Mich.: No Hostile Work Environment for Chrysler Employee

By Diane Cadrain Feb 12, 2015
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A Chrysler employee with a checkered record of cooperation with his co-workers could not establish that he suffered a hostile work environment based on his race, religion and national origin, a Michigan federal court decided.

Farid Beydoun started working as a welder for Chrysler in 2000. He advanced to the position of team leader in 2010. Shortly after becoming a team leader, he began having disputes with some of his co-workers. One involved Robert Bedford, whom Beydoun claims cursed at him and threatened him with violence in May 2011.

Then, in January 2012, Beydoun got into an altercation with co-worker Costell McIntosh, who, Beydoun said, used profanity and threatened him. McIntosh denied making a threat and also denied using profanity, because as a Jehovah's Witness, it would have been against his religion. Both men were sent home that day. After an investigation, human resources could not determine which party was being truthful, so both McIntosh and Beydoun were docked three-four hours of pay. However, Beydoun filed a grievance challenging the dock in pay and had his penalty reduced to two hours.

In June, 2013, Beydoun was having lunch with Jill Reed, a supervisor in training, when Beydoun mentioned that he wished his daughter would find a man whom she would respect and obey. When Reed reacted negatively, Beydoun said he was offended by her reaction and complained to management. Subsequently, H.R. generalist Amanda Darr, Beydoun, and Reed met to discuss the issue, and nothing else came of the incident.

In August 2013, Beydoun sued the company on a number of bases, including hostile work environment, though he remained in his job.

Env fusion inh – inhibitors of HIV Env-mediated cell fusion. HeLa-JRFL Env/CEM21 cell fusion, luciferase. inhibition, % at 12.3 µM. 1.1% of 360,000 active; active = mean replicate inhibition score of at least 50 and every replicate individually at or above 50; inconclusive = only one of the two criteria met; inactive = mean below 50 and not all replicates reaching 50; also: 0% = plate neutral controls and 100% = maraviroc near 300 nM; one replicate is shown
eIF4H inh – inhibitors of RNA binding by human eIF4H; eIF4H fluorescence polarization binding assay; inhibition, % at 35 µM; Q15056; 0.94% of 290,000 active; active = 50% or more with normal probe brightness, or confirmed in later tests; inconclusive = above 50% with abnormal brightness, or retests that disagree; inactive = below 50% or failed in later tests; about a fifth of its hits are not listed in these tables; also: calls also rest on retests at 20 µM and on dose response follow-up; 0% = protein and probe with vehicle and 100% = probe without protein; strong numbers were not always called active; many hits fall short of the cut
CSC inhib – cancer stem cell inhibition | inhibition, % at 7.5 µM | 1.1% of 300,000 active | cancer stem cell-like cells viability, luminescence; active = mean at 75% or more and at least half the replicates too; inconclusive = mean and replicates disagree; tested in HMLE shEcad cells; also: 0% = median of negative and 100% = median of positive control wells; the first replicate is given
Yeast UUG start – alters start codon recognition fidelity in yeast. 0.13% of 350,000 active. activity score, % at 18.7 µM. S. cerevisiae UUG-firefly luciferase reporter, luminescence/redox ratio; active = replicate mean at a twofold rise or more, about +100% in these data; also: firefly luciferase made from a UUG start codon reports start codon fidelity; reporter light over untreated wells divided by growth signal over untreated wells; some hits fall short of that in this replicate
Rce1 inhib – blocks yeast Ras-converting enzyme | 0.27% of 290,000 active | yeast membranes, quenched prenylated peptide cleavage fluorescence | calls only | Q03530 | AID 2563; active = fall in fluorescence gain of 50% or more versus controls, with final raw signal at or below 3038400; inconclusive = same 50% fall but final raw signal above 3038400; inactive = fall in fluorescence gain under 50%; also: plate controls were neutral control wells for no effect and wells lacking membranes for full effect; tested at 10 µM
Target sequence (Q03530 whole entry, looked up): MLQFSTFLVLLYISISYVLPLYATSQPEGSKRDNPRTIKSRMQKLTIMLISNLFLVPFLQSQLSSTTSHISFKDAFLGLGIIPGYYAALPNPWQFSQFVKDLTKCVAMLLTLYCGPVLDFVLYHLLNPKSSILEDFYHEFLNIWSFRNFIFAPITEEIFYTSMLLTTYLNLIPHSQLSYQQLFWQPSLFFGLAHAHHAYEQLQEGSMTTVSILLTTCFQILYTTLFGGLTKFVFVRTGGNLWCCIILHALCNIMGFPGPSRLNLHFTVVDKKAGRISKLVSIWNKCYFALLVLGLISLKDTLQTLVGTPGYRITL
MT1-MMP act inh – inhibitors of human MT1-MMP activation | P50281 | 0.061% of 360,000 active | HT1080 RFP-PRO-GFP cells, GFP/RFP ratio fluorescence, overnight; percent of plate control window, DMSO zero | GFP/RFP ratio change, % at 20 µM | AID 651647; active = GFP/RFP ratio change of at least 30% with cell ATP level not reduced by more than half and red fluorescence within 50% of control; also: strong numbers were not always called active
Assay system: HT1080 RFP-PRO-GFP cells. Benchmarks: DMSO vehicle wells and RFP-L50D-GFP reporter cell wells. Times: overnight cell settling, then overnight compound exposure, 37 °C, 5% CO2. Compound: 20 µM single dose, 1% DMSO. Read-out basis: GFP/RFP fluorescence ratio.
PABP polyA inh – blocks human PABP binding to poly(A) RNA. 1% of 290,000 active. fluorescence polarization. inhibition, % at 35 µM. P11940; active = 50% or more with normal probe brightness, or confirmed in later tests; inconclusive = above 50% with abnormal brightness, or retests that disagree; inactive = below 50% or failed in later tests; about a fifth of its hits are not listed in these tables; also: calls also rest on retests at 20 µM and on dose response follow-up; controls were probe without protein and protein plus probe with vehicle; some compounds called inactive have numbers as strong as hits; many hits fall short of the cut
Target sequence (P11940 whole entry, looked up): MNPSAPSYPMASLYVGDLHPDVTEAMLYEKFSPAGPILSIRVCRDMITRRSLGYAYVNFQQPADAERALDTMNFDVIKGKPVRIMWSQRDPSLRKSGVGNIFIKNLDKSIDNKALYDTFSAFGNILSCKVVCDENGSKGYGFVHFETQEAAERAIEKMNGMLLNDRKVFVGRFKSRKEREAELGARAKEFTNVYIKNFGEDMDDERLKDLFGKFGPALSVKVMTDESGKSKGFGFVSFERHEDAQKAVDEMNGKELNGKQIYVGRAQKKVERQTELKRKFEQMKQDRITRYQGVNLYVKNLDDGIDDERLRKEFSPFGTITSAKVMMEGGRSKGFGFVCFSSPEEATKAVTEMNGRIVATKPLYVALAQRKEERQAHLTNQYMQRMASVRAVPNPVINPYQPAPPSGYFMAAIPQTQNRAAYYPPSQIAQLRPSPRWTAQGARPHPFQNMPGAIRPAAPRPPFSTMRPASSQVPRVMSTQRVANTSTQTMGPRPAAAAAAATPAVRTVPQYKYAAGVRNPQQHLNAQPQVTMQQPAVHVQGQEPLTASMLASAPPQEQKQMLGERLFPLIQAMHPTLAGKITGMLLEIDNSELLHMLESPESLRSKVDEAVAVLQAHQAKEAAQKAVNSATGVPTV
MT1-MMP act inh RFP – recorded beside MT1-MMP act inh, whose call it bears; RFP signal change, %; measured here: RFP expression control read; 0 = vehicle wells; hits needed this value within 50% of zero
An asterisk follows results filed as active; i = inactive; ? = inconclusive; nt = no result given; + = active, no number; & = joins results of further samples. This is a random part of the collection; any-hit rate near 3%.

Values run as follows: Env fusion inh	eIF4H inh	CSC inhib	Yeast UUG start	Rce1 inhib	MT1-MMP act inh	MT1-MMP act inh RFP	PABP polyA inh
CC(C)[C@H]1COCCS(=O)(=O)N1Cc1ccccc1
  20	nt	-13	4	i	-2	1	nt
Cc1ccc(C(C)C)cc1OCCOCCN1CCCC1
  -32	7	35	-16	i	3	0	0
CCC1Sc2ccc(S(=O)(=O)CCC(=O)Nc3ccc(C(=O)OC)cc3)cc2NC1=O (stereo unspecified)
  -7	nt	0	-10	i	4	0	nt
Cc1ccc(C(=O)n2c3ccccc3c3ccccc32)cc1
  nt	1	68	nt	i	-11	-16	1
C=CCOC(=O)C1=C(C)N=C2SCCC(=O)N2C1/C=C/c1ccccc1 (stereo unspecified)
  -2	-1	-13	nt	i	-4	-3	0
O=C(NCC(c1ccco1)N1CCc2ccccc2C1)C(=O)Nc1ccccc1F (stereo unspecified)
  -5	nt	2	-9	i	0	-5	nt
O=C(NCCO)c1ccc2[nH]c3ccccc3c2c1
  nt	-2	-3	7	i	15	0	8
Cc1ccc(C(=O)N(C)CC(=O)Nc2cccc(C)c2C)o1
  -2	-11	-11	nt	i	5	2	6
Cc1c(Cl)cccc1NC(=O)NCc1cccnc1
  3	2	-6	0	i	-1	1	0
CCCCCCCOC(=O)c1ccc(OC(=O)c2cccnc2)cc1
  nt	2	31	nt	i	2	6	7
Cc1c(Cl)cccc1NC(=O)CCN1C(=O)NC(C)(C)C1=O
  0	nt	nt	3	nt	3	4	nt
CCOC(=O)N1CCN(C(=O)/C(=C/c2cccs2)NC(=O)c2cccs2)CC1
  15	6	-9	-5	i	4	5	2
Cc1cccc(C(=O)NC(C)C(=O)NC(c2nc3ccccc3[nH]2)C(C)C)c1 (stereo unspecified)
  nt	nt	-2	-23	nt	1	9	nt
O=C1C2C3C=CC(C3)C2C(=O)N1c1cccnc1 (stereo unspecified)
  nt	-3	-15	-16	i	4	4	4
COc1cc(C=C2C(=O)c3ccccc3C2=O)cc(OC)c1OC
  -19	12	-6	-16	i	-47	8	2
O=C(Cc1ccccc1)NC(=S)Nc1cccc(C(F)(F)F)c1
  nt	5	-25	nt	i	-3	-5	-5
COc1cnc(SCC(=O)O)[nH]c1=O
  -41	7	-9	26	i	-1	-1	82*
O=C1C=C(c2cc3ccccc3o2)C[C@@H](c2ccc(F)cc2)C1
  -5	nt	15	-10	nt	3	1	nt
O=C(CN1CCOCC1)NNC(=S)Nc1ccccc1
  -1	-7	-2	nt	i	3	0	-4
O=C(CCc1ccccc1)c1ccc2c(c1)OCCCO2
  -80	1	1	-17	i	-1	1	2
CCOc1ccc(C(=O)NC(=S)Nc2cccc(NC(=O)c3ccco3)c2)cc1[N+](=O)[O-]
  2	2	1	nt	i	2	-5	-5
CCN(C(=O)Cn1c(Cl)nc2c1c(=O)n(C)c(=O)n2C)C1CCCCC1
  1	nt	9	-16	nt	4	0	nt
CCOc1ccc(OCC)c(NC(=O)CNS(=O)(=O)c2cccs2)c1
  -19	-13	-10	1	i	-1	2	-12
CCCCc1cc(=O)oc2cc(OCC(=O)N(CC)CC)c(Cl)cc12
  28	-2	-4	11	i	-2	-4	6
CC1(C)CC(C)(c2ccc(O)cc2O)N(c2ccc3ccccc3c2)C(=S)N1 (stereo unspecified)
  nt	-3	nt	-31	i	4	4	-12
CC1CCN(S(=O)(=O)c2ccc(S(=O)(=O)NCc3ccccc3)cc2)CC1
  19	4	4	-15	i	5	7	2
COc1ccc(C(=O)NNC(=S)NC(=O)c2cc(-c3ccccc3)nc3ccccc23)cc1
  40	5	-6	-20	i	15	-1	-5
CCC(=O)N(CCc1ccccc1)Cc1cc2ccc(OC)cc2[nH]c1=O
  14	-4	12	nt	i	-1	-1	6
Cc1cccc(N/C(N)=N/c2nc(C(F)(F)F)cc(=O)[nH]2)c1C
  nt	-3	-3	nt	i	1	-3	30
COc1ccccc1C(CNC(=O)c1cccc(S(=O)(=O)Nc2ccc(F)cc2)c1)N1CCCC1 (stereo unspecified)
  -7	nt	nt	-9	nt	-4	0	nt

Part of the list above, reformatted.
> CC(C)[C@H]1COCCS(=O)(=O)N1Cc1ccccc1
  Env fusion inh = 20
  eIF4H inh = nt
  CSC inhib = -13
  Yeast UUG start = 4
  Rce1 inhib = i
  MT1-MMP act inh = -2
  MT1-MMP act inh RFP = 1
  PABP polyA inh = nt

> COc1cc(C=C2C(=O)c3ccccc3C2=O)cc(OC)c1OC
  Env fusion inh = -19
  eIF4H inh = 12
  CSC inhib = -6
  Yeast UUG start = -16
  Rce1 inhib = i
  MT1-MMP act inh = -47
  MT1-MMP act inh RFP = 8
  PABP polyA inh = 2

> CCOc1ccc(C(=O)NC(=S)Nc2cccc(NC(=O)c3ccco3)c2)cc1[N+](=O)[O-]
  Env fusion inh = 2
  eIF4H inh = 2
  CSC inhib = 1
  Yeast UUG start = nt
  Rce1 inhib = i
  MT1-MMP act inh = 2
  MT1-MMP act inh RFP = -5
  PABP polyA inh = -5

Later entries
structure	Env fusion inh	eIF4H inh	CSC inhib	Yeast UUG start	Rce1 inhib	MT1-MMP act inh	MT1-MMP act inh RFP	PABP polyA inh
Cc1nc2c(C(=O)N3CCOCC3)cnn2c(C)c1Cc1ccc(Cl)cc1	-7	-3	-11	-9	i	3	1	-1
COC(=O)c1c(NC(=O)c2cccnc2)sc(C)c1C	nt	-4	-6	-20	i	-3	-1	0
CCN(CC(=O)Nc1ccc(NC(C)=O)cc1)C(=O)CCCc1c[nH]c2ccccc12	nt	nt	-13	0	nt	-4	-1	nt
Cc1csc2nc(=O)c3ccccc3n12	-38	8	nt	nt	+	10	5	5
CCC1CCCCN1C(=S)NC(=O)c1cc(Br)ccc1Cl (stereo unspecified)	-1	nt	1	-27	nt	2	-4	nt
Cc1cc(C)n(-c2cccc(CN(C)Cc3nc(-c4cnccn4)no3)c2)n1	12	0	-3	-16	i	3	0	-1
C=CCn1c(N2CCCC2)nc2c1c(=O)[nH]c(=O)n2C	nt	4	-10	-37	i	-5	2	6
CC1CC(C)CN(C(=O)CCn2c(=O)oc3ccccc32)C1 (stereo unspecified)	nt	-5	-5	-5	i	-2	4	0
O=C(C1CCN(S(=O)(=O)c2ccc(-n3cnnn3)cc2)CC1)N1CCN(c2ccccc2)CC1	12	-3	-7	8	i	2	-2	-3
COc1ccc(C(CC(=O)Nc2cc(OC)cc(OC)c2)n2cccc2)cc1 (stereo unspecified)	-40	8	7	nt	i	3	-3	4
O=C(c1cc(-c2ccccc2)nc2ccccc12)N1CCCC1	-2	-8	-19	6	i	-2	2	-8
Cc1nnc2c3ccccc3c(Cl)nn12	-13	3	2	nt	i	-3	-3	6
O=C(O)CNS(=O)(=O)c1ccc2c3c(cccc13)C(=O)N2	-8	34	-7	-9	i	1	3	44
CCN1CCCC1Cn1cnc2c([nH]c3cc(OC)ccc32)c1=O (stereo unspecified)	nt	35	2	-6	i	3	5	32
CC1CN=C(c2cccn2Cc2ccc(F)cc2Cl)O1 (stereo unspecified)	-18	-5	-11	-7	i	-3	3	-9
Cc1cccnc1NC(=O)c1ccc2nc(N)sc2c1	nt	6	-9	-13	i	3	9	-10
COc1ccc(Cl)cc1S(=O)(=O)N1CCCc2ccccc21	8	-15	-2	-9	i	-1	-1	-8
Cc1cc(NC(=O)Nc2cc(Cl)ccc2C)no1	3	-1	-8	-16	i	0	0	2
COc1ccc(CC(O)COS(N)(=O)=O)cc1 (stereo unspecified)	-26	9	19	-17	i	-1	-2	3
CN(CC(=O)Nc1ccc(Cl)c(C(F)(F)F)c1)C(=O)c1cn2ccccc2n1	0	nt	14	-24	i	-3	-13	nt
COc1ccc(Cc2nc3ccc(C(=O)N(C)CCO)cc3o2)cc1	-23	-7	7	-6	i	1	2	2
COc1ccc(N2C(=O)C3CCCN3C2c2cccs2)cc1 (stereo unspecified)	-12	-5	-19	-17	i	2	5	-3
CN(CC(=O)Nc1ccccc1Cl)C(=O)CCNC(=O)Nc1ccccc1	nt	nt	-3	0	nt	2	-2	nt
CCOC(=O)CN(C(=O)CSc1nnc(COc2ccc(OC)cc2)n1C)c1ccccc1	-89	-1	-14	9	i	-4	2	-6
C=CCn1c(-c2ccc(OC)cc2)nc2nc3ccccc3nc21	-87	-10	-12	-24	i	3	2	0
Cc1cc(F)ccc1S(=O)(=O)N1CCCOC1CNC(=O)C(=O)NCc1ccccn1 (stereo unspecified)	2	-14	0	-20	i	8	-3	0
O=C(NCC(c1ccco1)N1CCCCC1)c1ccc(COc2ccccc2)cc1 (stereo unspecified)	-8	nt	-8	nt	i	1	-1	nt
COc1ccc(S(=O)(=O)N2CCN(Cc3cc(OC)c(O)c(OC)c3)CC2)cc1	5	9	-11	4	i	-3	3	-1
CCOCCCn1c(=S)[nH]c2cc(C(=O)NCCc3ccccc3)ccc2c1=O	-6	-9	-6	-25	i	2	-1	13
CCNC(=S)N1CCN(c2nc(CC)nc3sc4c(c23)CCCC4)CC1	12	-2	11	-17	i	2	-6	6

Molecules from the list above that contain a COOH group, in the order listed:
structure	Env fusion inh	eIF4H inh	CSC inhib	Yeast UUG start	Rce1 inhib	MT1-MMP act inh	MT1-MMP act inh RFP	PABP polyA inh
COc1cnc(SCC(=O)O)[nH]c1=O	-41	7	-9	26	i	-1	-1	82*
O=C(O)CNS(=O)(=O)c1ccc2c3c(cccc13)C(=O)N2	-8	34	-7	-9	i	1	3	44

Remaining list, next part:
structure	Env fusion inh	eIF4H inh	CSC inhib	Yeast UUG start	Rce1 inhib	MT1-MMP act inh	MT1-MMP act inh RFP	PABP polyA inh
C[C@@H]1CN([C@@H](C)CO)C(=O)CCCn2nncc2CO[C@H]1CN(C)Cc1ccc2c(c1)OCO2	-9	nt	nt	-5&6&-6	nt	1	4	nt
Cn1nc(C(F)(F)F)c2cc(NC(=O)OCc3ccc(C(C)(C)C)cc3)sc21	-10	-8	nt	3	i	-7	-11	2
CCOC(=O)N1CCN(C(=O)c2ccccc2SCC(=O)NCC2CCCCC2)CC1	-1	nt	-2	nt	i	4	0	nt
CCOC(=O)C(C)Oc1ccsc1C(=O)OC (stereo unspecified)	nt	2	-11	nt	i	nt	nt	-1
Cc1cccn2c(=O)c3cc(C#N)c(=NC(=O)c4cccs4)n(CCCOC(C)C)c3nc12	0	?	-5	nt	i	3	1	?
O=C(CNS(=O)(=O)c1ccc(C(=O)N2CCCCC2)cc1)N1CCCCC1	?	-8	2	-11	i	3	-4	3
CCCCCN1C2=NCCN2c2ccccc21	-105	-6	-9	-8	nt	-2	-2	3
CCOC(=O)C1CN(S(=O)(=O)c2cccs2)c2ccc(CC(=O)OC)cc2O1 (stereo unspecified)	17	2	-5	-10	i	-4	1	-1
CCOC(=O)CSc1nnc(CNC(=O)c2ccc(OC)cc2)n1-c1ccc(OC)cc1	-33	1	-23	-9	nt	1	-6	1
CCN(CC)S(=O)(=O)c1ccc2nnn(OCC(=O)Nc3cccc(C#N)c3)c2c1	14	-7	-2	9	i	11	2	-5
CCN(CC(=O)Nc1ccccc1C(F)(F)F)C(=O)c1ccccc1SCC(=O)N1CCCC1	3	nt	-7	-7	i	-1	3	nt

Several months later on March 31, 2014, Beydoun was sitting at a picnic table with his head down when his supervisor, Richard Osuwu, approached him and asked if he was “alright.” In response, Beydoun said, “I can't take it anymore” and threw a box of gloves against a fence. He then punched a board. Beydoun was escorted to the medical department and met with labor relations generalist Brittany Flack. He was later terminated for destroying company property.

When his legal complaint reached U.S. district court, the company asked the court to throw the case out at an early stage.

To establish a good initial case of maintaining a hostile work environment, the court said, Beydoun had to show that: (1) he was a member of a protected class, (2) he was subjected to unwelcome verbal or physical conduct related to his membership in that class, (3) the harassment was based on his membership in that class, (4) the harassment had the purpose of creating an intimidating, hostile, or offensive work environment that was severe or pervasive, and (5) the employer knew or should have known about the harassment, but failed to take any action to prevent it.

Applying those criteria to the evidence, the court stated that although Beydoun certainly fell into a protected class, the record was entirely devoid of evidence supporting his claim that he suffered harassment at the hands of Chrysler employees because of his race, religion, or national origin.

He conceded that the Bedford incident had nothing to do with his protected status. In addition, the court pointed out, Beydoun was actually treated more favorably in the outcome of the McIntosh incident by receiving less hours docked from his pay. Except for Jill Reed's isolated comments, Beydoun could not point to any discriminatory motive underlying any of his other workplace disputes. Therefore, only Reed's comments could be considered in Beydoun's hostile work environment claim.

Evaluating the evidentiary value of her comments, the court said that even assuming that her comments were motivated by discriminatory animus, which was a generous interpretation of the incident, one isolated comment did not amount to a hostile work environment that is severe or pervasive.

Beydoun, the court said, had to show that his work environment at Chrysler was “permeated with discriminatory intimidation, ridicule, and insult that is sufficient severe or pervasive to alter the conditions of [his] employment and create an abusive working environment . . . .” In fact, the court pointed out, Beydoun never claimed that his work was affected by the alleged harassment, and even if he did, the record would not support such a claim. Though the Chrysler Stamping Plant might not qualify as utopian, no reasonable person would find the complained of workplace to be overly abusive, the court said, dismissing the hostile work environment claims.

Beydoun v. Chrysler LLC Group, E.D. Mich.,No. 2:13-cv-13343 (Feb. 5, 2015).

Diane Cadrain is an attorney who has been writing about employment law issues for more than 20 years.

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